A report published today for the Building Societies Association (BSA) reveals a strong case for converting failed banks into mutual organisations. In light of the report, the BSA urges the Government to consider seriously returning Northern Rock bank to the mutual sector.
The report, by the Centre for Mutual and Employee-owned Business at the University of Oxford, concludes that there are three economic arguments for a stronger mutual sector as part of a mixed financial system: 'bio-diversity', risk appetite and competition.
A financial system with diverse ownership and governance structures is better able to weather the strains of the business cycle than one which is plc-dominated, says the report. Mutuals can counter-balance the short-termist pressure of the City. Mutuals also help reduce the concentration of financial sector resources and employment in the City, dispersing wealth and welfare to regional and local economies.
The report finds that mutuals tend to adopt a lower risk profile because their objective is safety and fair pricing for members, not profit extraction for shareholders.
Keeping a reformed Northern Rock independent of the big banks would be good for competition. A remutualised Northern Rock would help the Government to meet its policy objective of supporting competition and diversity through the maintenance of a strong mutually-owned financial sector.
Repaying the taxpayer
In any exit process the Government needs to achieve optimum value for the taxpayer. A re-launched and remutualised Northern Rock can repay the taxpayer stake over time. A deferred payment profile can give the optimum outcome, both returning the full value to the taxpayer and achieving other public policy goals.
Commenting on the report,
The Rt Hon John McFall, MP, Chairman of the Treasury Select Committee, said:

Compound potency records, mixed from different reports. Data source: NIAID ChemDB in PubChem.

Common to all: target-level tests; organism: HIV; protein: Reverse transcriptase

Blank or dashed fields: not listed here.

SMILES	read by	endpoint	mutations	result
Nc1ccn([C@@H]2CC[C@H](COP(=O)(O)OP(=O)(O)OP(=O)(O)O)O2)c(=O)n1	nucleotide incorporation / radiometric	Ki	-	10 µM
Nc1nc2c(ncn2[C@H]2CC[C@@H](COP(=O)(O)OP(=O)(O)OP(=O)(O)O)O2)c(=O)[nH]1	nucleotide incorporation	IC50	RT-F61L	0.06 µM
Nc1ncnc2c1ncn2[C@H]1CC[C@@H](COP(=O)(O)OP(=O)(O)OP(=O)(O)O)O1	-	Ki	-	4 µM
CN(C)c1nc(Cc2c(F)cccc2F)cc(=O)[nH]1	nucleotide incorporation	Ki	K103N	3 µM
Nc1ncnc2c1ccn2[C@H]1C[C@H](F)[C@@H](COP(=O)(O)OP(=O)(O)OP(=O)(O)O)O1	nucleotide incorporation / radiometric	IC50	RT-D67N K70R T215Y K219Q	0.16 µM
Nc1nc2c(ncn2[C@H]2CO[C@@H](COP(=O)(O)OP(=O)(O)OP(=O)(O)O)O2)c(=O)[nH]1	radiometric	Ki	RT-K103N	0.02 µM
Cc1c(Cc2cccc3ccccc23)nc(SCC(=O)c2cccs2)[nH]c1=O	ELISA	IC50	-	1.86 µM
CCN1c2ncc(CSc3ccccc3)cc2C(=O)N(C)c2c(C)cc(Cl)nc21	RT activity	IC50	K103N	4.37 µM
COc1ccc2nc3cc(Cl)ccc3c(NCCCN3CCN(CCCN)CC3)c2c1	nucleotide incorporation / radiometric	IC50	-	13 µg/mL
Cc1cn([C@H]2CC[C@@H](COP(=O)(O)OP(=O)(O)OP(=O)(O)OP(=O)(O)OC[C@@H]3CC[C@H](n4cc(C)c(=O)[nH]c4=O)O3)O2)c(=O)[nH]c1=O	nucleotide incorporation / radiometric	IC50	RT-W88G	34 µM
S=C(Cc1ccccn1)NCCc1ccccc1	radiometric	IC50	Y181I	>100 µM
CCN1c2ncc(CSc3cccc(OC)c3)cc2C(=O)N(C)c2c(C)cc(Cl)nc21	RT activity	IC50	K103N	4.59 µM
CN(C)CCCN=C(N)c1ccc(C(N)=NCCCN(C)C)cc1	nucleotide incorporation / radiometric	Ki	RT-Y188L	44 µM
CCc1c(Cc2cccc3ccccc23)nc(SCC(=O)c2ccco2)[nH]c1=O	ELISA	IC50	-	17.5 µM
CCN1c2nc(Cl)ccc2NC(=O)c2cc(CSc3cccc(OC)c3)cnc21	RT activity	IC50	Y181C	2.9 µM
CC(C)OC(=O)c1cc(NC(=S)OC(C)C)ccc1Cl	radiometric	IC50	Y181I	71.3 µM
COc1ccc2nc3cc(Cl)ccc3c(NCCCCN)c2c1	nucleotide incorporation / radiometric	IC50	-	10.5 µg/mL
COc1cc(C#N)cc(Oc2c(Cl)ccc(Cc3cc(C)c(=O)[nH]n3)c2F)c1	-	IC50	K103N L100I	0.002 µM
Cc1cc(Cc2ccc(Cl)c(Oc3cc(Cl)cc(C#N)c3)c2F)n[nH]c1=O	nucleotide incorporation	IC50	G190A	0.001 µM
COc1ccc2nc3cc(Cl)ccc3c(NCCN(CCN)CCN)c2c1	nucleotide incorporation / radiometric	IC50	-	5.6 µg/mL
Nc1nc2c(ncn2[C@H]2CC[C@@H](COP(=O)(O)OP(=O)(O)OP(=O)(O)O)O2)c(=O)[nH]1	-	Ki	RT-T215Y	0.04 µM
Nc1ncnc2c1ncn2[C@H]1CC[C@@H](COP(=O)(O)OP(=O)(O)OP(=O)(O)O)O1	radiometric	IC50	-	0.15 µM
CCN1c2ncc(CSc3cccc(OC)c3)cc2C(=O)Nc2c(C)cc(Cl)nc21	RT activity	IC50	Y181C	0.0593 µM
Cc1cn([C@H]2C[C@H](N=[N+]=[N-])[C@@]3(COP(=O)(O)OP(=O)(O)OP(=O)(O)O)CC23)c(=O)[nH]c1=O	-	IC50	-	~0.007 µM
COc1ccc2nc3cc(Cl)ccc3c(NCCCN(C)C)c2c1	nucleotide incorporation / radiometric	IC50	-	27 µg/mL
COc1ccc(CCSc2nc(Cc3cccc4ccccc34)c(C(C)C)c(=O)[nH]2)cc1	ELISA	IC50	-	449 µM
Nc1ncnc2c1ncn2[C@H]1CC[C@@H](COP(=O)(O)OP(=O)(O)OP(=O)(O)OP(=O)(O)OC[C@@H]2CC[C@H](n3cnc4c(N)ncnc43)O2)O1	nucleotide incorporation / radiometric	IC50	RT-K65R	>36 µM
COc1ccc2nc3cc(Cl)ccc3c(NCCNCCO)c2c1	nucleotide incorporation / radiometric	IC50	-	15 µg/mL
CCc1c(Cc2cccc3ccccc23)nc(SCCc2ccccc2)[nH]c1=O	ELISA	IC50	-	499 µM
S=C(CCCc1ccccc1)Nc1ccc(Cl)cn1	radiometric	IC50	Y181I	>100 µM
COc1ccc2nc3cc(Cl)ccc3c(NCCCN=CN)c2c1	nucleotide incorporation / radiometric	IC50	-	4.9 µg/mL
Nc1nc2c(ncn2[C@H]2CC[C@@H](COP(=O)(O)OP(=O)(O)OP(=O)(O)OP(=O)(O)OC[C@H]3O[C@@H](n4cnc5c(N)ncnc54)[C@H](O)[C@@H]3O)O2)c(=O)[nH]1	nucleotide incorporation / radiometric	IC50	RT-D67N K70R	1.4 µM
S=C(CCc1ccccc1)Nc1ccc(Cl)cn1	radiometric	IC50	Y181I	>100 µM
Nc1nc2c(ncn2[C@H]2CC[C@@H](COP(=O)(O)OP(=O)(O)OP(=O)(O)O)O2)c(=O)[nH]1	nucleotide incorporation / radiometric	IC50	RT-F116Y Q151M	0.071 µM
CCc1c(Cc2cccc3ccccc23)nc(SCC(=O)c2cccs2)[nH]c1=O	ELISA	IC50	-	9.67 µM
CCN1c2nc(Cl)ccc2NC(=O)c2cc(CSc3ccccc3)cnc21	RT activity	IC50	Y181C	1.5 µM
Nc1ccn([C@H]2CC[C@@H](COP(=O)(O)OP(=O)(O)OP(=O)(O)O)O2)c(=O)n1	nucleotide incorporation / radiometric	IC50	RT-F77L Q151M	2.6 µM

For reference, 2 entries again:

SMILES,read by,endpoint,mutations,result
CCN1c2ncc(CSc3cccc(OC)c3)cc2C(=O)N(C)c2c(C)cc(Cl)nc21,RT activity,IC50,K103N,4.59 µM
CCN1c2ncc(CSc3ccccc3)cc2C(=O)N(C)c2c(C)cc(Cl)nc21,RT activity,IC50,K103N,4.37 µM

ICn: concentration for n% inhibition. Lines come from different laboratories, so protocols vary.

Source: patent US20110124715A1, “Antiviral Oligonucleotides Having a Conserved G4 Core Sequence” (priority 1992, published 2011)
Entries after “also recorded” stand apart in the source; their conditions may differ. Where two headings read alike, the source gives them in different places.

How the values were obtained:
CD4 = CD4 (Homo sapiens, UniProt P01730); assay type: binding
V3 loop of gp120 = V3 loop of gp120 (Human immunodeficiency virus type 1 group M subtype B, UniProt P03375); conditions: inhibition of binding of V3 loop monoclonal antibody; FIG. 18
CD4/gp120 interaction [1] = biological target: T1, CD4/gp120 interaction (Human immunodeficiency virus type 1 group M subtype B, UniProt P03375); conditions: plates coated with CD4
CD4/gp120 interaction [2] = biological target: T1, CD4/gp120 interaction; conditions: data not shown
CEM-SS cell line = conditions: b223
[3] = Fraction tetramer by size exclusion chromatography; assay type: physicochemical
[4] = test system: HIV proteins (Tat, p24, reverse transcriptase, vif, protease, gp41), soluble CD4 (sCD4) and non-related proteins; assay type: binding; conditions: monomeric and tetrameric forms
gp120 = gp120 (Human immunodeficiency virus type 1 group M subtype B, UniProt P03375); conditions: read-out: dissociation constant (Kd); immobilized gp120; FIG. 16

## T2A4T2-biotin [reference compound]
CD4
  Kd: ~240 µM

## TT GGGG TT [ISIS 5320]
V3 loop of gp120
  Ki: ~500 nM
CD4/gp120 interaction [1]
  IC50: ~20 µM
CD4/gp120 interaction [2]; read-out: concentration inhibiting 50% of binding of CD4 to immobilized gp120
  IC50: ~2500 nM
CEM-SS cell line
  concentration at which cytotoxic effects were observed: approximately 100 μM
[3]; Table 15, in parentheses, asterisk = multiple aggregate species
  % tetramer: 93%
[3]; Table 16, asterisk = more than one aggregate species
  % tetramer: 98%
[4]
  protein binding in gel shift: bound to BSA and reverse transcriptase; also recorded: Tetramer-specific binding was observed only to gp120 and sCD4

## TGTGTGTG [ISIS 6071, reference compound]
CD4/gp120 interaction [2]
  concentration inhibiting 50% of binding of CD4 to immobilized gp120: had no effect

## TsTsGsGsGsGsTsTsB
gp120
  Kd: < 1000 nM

"This is a timely contribution to the debate on the future of our financial services sector. If ever there was a time for an expanded mutual sector, it's now. We desperately need to restore faith in financial services in this country"
Adrian Coles, Director-General of the Building Societies Association, said:
"The Government has said that financial mutuals can provide a robust alternative to financial services companies in the future - what better way to demonstrate this than to seriously consider returning Northern Rock to the mutual sector?
"Given that remutualisation would strengthen competition and create a more diversified financial sector, it could be expected to generate an advantage to the taxpayer over the long run in excess of the immediate benefit of any capital proceeds in the short run."
Jonathan Michie, Professor of Innovation and Knowledge Exchange at the University of Oxford and primary author of the report, said:
"We must not allow the UK's financial services sector to return to the 'business as usual' model that has proved so costly to the economy and public finances. Already we are seeing a return to the bonus culture. This is fuelled by profits boosted by the increased market power of banks. It is vital that the banks face strong competition from mutual building societies. That would also reduce the risk of the credit crunch being repeated. Remutualising Northern Rock would thus deliver to consumers and taxpayers."
Notes to Editors
A copy of the full report, Converting failed financial institutions into mutual organisations, can be viewed on the BSA website here http://www.bsa.org.uk/docs/presspdfs/remutualisation.pdf
Adrian Coles, BSA Director-General, will be launching the report at a Labour Party Conference fringe event on Sunday 27 September. Financial meltdown - who can you trust? 6.00pm -7.30pm, Chartwell Room, Hilton Metropole, Brighton.
Northern Rock was a building society up until October 1997 when it converted to a bank. In February 2008, Northern Rock was taken into temporary public ownership where it remains today.
Photographs of Adrian Coles and Jonathan Michie are available from the BSA press office.
The Building Societies Association (BSA) represents mutual lenders and deposit takers in the UK including all 52 UK building societies. Building societies have total assets of over £370 billion, and, together with their subsidiaries, hold residential mortgages of over £245 billion, more than 20% of the total outstanding in the UK.
Rt Hon John McFall MP will be speaking at a fringe meeting at the Labour Party Conference on Monday 28th September at 17.00, titled 'The Feeling's Mutual: the campaign to re-mutualise the failed banks and put people before profit'
Jonathan Michie, primary author of the report, can be reached on 07889 274951 or firstname.lastname@example.org
Jonathan is Professor of Innovation and Knowledge Exchange at the University of Oxford where he is Director of the Department for Continuing Education, President of Kellogg College, and Director of the Oxford Centre for Mutual & Employee-owned Business.
Adrian Coles, BSA Director-General
020 7520 5901 email@example.com
Night/weekend: 07713 682262